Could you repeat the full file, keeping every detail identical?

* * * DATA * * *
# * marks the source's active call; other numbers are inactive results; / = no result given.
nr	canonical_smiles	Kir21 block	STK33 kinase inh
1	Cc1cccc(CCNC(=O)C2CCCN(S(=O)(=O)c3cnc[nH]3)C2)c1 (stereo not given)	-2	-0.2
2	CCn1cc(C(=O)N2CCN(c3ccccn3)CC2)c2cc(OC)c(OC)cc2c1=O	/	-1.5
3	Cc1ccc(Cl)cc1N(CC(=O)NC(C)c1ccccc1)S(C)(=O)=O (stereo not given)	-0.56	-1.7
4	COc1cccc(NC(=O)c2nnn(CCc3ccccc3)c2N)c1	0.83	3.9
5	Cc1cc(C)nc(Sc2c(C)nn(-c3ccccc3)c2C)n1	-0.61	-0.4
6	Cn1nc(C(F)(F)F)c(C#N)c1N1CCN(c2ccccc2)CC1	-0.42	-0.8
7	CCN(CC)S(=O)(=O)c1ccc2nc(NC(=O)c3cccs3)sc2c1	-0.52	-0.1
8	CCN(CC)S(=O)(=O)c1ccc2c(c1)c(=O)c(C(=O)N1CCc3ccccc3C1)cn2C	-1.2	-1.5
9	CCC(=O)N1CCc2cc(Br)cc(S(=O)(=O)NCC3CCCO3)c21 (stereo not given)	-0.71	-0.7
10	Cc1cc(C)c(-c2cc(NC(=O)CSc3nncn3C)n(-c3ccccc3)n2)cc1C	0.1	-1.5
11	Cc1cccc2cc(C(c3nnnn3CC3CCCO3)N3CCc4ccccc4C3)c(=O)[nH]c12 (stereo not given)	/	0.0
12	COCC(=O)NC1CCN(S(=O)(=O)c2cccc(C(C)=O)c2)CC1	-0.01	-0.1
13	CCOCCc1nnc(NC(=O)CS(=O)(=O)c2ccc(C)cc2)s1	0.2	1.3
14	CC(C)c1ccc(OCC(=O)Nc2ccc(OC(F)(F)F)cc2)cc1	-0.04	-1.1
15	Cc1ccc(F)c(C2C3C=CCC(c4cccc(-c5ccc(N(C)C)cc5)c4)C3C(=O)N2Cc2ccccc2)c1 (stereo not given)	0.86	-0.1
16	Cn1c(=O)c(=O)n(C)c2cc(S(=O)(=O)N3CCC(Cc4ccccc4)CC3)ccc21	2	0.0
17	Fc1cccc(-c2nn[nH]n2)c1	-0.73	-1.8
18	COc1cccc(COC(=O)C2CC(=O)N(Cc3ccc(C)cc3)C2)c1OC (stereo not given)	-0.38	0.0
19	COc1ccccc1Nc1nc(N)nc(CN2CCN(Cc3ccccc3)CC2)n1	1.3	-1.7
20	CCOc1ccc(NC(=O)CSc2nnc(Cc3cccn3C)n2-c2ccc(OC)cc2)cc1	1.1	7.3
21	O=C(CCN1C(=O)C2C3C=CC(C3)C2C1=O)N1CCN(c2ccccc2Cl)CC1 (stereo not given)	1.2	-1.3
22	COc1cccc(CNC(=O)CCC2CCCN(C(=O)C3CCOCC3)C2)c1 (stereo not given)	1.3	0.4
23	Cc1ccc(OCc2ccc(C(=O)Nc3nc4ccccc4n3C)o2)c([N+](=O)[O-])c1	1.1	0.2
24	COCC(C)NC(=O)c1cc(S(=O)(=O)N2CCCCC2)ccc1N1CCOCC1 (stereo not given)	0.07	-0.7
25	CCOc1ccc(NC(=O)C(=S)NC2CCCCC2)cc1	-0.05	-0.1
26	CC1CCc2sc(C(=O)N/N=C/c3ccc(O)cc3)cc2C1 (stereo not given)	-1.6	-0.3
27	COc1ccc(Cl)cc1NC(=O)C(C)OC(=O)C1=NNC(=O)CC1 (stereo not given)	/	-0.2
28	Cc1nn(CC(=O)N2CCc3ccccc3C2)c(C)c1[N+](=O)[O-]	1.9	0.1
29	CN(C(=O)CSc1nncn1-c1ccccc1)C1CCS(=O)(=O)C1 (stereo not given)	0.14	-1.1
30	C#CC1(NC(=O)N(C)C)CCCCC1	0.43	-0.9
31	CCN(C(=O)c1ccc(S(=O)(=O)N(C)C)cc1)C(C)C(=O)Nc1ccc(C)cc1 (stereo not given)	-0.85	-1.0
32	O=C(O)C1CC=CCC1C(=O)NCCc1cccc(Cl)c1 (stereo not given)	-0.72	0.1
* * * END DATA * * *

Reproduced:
# * marks the source's active call; other numbers are inactive results; / = no result given.
nr	canonical_smiles	Kir21 block	STK33 kinase inh
1	Cc1cccc(CCNC(=O)C2CCCN(S(=O)(=O)c3cnc[nH]3)C2)c1 (stereo not given)	-2	-0.2
2	CCn1cc(C(=O)N2CCN(c3ccccn3)CC2)c2cc(OC)c(OC)cc2c1=O	/	-1.5
3	Cc1ccc(Cl)cc1N(CC(=O)NC(C)c1ccccc1)S(C)(=O)=O (stereo not given)	-0.56	-1.7
4	COc1cccc(NC(=O)c2nnn(CCc3ccccc3)c2N)c1	0.83	3.9
5	Cc1cc(C)nc(Sc2c(C)nn(-c3ccccc3)c2C)n1	-0.61	-0.4
6	Cn1nc(C(F)(F)F)c(C#N)c1N1CCN(c2ccccc2)CC1	-0.42	-0.8
7	CCN(CC)S(=O)(=O)c1ccc2nc(NC(=O)c3cccs3)sc2c1	-0.52	-0.1
8	CCN(CC)S(=O)(=O)c1ccc2c(c1)c(=O)c(C(=O)N1CCc3ccccc3C1)cn2C	-1.2	-1.5
9	CCC(=O)N1CCc2cc(Br)cc(S(=O)(=O)NCC3CCCO3)c21 (stereo not given)	-0.71	-0.7
10	Cc1cc(C)c(-c2cc(NC(=O)CSc3nncn3C)n(-c3ccccc3)n2)cc1C	0.1	-1.5
11	Cc1cccc2cc(C(c3nnnn3CC3CCCO3)N3CCc4ccccc4C3)c(=O)[nH]c12 (stereo not given)	/	0.0
12	COCC(=O)NC1CCN(S(=O)(=O)c2cccc(C(C)=O)c2)CC1	-0.01	-0.1
13	CCOCCc1nnc(NC(=O)CS(=O)(=O)c2ccc(C)cc2)s1	0.2	1.3
14	CC(C)c1ccc(OCC(=O)Nc2ccc(OC(F)(F)F)cc2)cc1	-0.04	-1.1
15	Cc1ccc(F)c(C2C3C=CCC(c4cccc(-c5ccc(N(C)C)cc5)c4)C3C(=O)N2Cc2ccccc2)c1 (stereo not given)	0.86	-0.1
16	Cn1c(=O)c(=O)n(C)c2cc(S(=O)(=O)N3CCC(Cc4ccccc4)CC3)ccc21	2	0.0
17	Fc1cccc(-c2nn[nH]n2)c1	-0.73	-1.8
18	COc1cccc(COC(=O)C2CC(=O)N(Cc3ccc(C)cc3)C2)c1OC (stereo not given)	-0.38	0.0
19	COc1ccccc1Nc1nc(N)nc(CN2CCN(Cc3ccccc3)CC2)n1	1.3	-1.7
20	CCOc1ccc(NC(=O)CSc2nnc(Cc3cccn3C)n2-c2ccc(OC)cc2)cc1	1.1	7.3
21	O=C(CCN1C(=O)C2C3C=CC(C3)C2C1=O)N1CCN(c2ccccc2Cl)CC1 (stereo not given)	1.2	-1.3
22	COc1cccc(CNC(=O)CCC2CCCN(C(=O)C3CCOCC3)C2)c1 (stereo not given)	1.3	0.4
23	Cc1ccc(OCc2ccc(C(=O)Nc3nc4ccccc4n3C)o2)c([N+](=O)[O-])c1	1.1	0.2
24	COCC(C)NC(=O)c1cc(S(=O)(=O)N2CCCCC2)ccc1N1CCOCC1 (stereo not given)	0.07	-0.7
25	CCOc1ccc(NC(=O)C(=S)NC2CCCCC2)cc1	-0.05	-0.1
26	CC1CCc2sc(C(=O)N/N=C/c3ccc(O)cc3)cc2C1 (stereo not given)	-1.6	-0.3
27	COc1ccc(Cl)cc1NC(=O)C(C)OC(=O)C1=NNC(=O)CC1 (stereo not given)	/	-0.2
28	Cc1nn(CC(=O)N2CCc3ccccc3C2)c(C)c1[N+](=O)[O-]	1.9	0.1
29	CN(C(=O)CSc1nncn1-c1ccccc1)C1CCS(=O)(=O)C1 (stereo not given)	0.14	-1.1
30	C#CC1(NC(=O)N(C)C)CCCCC1	0.43	-0.9
31	CCN(C(=O)c1ccc(S(=O)(=O)N(C)C)cc1)C(C)C(=O)Nc1ccc(C)cc1 (stereo not given)	-0.85	-1.0
32	O=C(O)C1CC=CCC1C(=O)NCCc1cccc(Cl)c1 (stereo not given)	-0.72	0.1